Rachael Larimore: At the Slate retreat in the summer of 2008, I found myself sitting next to David Plotz at dinner the first night. Our conversation quickly turned to the upcoming presidential election. I had outed myself as a Republican during the 2004 campaign, and David saw an opportunity. He spent a good portion of the dinner trying to persuade me to become a Democrat. I can’t remember the specific points that he raised—there WAS wine with dinner—but I do remember responding so vociferously that I woke up the next morning with no voice. And I remember that David sent me an email apologizing if he went too far. Which he hadn’t. And that is one of the many great qualities of David Plotz. You could have a crazy, lengthy, spirited debate with your boss and not fear that he’d be mad that you disagreed with everything he said.    

Lowen Liu: At a Slate retreat a couple of years ago, we managed to spontaneously hijack (er, join) the dance party of a gregarious group of M.D.–Ph.D. candidates. They invited us on the floor, and when the LMFAO song “Shots” came on, the pun-obsessed members of this magazine formed a giant circle around our leader and shouted “Plotz” instead. The point of this story is his expression at the moment. It was abashed—but joyful. It was of someone who by no means needed or expected to be at the center of the attention, was surprised and embarrassed and touched by cheers of his colleagues and friends. It captured as much as a facial expression can the wonderful multiplicity of his person. And he gamely raised a fist and did a jig.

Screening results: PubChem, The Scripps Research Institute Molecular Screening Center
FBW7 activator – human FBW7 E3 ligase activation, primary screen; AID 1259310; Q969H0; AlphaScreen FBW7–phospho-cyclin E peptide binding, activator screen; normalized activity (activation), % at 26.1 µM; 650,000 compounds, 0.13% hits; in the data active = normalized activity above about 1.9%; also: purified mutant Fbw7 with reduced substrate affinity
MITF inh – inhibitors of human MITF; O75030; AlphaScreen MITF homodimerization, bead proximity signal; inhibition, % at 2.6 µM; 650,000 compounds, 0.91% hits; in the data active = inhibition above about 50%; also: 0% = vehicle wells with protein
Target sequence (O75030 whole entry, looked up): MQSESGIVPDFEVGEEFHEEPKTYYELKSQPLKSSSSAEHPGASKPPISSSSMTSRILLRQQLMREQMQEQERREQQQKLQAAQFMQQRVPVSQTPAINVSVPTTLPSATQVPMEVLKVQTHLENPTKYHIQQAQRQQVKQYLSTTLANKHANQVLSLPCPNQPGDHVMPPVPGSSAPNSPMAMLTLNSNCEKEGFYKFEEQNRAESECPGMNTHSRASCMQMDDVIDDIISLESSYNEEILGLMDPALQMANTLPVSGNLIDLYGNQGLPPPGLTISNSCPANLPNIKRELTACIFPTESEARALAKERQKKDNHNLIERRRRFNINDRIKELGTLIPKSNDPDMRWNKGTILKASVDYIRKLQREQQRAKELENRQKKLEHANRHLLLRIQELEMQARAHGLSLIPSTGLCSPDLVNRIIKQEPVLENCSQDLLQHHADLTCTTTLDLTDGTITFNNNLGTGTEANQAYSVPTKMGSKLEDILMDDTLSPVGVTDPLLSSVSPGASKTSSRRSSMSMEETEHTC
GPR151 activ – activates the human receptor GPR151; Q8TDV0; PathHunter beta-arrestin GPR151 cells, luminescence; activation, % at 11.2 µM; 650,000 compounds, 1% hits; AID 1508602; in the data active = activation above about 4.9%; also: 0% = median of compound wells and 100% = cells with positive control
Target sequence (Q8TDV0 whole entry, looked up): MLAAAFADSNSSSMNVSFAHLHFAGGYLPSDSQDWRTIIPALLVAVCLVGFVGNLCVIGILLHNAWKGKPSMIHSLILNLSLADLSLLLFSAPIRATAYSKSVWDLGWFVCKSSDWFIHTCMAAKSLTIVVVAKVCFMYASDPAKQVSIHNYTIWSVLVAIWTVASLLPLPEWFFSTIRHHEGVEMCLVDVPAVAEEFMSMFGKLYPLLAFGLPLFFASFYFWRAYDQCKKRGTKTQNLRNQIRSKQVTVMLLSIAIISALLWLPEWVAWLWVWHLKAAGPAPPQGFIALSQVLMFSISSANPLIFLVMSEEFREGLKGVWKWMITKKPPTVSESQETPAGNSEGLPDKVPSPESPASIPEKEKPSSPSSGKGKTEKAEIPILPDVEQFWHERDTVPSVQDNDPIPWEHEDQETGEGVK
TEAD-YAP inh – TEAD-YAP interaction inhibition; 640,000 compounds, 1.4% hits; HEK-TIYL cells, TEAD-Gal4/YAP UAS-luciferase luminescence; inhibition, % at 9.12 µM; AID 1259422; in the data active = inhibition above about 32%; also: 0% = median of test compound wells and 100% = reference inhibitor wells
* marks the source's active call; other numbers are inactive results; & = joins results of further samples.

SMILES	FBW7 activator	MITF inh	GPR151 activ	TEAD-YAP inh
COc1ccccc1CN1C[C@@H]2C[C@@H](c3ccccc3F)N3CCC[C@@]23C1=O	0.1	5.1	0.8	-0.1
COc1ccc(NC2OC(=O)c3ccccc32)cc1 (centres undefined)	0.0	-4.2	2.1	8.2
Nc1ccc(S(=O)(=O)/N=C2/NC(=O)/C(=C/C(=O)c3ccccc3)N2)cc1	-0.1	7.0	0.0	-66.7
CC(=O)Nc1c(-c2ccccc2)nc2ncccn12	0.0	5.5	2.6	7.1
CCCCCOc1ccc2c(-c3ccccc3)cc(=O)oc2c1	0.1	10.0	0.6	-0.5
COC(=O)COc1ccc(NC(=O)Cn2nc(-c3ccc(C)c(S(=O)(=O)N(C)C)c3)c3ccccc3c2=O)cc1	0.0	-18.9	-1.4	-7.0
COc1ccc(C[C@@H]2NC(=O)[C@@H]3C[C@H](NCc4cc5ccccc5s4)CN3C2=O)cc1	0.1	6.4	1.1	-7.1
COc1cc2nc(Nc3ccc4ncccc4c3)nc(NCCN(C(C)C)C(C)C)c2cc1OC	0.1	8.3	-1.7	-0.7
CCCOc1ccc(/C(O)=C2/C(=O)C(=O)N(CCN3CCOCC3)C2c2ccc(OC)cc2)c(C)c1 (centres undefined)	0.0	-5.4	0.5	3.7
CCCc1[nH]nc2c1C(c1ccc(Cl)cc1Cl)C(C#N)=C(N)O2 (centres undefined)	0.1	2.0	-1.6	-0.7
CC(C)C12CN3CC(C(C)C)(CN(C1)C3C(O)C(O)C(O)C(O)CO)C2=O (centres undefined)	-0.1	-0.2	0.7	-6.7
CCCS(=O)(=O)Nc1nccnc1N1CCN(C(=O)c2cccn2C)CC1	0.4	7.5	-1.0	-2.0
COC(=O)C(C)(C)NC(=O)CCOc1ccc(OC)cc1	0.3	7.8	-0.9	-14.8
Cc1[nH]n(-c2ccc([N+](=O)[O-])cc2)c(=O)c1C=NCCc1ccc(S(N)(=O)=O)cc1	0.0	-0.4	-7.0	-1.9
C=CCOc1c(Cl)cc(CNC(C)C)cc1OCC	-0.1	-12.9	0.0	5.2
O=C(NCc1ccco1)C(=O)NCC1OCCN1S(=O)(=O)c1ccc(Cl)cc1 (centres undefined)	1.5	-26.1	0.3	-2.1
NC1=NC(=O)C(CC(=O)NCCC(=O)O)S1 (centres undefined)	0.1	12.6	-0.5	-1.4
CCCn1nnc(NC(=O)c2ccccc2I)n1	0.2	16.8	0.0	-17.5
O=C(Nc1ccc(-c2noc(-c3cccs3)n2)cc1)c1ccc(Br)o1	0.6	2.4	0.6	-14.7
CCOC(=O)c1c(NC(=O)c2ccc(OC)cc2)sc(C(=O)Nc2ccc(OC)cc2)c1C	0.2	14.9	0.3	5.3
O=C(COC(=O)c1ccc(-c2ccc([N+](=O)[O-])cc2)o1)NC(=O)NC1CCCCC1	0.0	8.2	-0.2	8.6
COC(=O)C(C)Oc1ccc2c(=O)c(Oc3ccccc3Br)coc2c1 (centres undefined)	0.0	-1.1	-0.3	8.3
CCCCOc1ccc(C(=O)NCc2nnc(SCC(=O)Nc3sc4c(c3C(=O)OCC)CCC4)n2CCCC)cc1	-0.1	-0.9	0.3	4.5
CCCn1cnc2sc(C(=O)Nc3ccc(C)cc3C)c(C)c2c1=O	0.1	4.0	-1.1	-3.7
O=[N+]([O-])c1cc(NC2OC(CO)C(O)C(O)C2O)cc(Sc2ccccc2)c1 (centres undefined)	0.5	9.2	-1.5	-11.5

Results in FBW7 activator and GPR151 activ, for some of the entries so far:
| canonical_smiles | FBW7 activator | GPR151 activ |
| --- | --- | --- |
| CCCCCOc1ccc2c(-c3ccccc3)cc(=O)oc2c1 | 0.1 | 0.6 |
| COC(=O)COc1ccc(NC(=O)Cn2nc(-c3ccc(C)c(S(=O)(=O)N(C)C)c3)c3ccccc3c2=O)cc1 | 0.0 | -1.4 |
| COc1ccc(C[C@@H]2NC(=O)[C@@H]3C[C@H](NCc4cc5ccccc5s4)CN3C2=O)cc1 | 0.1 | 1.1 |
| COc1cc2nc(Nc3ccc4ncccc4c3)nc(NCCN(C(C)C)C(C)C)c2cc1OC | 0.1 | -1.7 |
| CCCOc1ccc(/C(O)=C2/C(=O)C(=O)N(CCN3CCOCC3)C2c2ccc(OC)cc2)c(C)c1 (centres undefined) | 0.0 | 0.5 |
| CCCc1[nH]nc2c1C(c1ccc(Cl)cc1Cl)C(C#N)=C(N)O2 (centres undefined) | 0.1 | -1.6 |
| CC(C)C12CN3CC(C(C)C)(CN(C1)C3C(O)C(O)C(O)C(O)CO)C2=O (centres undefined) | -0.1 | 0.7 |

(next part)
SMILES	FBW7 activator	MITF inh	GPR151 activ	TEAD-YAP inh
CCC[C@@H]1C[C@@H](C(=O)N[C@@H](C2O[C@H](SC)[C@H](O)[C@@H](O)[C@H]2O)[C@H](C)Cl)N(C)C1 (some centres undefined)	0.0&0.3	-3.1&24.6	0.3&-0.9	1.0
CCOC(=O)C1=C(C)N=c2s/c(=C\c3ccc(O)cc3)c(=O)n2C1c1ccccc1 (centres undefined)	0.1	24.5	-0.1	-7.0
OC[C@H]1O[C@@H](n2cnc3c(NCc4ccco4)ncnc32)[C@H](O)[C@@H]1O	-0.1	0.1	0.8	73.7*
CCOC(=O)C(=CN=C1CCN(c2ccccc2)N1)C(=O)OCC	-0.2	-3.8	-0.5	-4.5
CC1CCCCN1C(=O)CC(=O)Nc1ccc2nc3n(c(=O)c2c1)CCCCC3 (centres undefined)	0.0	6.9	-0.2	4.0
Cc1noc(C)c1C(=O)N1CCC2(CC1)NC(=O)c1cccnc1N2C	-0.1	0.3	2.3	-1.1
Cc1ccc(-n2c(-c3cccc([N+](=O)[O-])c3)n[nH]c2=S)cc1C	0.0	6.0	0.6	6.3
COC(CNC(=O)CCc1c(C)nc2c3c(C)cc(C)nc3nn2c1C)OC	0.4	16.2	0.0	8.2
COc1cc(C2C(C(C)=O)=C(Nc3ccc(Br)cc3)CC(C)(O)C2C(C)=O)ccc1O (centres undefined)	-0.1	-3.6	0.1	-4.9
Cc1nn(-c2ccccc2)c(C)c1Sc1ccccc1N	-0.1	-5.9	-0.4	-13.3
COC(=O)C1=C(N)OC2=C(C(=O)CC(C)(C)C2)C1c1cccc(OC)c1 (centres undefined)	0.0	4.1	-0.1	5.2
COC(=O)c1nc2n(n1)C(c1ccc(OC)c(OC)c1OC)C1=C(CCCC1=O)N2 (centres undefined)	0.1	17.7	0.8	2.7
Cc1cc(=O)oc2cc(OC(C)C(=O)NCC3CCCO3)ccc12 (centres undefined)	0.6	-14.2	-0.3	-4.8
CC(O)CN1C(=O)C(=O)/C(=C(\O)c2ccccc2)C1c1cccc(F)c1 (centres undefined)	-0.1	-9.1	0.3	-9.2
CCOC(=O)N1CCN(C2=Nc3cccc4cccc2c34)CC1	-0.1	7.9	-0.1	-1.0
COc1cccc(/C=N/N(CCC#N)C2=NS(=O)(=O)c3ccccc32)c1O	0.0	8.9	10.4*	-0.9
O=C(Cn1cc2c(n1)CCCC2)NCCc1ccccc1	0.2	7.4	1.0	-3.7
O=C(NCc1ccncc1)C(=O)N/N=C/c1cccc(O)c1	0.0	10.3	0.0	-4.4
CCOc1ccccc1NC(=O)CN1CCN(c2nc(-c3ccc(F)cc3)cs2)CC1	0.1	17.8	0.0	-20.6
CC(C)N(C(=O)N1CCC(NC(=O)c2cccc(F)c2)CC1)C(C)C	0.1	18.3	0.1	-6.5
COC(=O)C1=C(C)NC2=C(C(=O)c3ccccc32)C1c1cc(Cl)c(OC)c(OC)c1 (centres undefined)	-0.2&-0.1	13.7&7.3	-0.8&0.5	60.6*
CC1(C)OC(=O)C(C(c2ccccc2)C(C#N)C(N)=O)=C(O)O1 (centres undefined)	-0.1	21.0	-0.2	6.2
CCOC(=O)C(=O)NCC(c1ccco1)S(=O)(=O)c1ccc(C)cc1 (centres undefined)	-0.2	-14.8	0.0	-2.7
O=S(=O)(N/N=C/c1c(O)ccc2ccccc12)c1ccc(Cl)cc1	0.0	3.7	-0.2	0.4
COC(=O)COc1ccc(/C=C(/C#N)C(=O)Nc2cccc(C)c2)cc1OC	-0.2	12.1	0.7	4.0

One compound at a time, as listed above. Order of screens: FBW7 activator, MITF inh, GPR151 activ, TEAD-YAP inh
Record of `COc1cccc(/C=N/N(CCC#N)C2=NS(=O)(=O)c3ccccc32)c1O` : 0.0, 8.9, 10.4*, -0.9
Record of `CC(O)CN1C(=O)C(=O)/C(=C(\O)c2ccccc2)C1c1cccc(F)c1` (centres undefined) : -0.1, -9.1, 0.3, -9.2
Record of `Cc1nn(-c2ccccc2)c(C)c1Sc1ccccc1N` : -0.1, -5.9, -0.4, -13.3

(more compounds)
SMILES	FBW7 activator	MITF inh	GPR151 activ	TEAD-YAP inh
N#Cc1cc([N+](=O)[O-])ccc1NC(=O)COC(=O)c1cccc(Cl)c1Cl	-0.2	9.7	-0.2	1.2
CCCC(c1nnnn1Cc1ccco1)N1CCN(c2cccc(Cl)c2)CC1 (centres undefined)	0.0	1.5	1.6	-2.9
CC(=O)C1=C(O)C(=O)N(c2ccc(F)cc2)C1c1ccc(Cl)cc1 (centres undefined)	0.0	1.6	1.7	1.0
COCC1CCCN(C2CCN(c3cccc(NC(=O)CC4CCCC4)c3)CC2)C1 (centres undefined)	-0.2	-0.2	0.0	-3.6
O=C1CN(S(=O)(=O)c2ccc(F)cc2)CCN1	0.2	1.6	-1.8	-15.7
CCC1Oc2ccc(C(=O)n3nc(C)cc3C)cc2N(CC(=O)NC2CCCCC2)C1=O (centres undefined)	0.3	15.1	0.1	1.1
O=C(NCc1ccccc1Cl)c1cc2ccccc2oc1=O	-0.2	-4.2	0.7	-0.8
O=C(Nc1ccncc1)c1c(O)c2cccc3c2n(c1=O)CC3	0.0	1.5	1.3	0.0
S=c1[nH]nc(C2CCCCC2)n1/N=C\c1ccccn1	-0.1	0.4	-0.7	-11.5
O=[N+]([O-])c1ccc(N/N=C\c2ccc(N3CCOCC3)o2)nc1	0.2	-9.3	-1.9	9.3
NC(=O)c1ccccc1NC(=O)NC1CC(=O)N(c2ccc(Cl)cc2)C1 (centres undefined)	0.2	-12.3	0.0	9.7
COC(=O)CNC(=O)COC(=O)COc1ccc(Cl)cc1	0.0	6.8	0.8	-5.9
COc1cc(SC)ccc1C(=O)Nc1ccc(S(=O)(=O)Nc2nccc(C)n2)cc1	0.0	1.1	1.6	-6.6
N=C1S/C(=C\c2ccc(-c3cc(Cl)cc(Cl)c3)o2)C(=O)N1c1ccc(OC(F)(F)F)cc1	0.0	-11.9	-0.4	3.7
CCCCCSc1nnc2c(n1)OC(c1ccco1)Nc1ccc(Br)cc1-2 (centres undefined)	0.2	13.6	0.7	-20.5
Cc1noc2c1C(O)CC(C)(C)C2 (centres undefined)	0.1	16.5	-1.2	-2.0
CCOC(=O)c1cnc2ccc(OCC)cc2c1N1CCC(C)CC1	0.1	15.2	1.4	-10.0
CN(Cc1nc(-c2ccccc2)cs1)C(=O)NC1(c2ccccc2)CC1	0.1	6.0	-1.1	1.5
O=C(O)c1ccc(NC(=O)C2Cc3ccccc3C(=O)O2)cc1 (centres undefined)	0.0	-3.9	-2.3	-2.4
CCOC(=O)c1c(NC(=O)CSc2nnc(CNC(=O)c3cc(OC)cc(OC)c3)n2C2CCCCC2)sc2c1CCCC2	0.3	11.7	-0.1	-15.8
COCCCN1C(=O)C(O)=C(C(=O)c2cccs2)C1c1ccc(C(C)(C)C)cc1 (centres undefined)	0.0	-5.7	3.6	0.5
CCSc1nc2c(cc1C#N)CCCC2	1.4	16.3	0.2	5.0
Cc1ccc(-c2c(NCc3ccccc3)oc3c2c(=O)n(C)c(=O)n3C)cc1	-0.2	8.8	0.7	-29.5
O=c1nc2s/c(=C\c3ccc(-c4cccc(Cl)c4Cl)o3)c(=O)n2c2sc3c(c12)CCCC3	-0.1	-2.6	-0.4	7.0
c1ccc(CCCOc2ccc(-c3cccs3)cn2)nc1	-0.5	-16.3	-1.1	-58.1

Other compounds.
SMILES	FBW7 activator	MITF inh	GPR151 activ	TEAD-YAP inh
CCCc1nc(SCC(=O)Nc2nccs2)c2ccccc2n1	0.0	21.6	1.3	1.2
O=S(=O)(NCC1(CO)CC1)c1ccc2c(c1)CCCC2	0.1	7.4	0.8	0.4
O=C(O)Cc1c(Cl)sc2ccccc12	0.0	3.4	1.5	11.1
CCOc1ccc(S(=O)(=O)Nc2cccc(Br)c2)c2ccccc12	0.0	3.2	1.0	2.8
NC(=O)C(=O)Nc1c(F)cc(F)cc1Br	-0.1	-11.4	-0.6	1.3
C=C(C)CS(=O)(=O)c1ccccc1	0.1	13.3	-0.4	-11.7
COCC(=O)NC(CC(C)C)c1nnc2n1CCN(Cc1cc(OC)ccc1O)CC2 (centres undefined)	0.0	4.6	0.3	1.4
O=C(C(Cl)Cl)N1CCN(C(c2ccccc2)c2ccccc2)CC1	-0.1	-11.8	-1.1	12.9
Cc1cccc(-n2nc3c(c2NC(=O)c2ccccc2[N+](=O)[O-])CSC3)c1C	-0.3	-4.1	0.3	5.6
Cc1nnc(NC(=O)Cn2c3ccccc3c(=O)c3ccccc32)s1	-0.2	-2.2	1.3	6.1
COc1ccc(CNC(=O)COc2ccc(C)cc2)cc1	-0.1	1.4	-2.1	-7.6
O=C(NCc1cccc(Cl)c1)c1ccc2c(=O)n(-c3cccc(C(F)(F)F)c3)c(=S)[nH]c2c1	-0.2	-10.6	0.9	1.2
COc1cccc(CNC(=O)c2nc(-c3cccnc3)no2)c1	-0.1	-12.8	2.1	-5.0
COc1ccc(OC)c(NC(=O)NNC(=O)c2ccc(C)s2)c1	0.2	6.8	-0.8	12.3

Forrest Wickman: When I think of David Plotz, the one image I’ll never forget, no matter how hard I try, is of our outgoing editor in chief doing naked yoga. Not that I ever actually saw this, mind you. But he once promised in a Slate editorial discussion that he would do it for a piece, and such was his dedication to his colleagues, and his love of the magazine that I never once doubted that he would strip down to help us meet our traffic goals (and high journalistic standards). He still hasn’t done it. Perhaps he knew better, or perhaps we just never grew that desperate. But when it comes to Plotz’s devotion to the magazine, I can’t help but feel that, in some sense, deep down, he was always doing naked yoga.

Will Oremus: The first time I met Plotz was in the men’s room of the D.C. office. I was a summer intern and was pretty sure he had no idea who I was. Then he called out in a booming voice as he unzipped: “You’ve been killing it for us, hoss!” I was so startled I nearly fell over. I hemmed and hawed a second and managed a feeble “thanks” as he washed his hands and bounded out the door, calling “keep it up!” as he went. 

Update, July 15, 2014: This post has been updated with additional memories from staffers.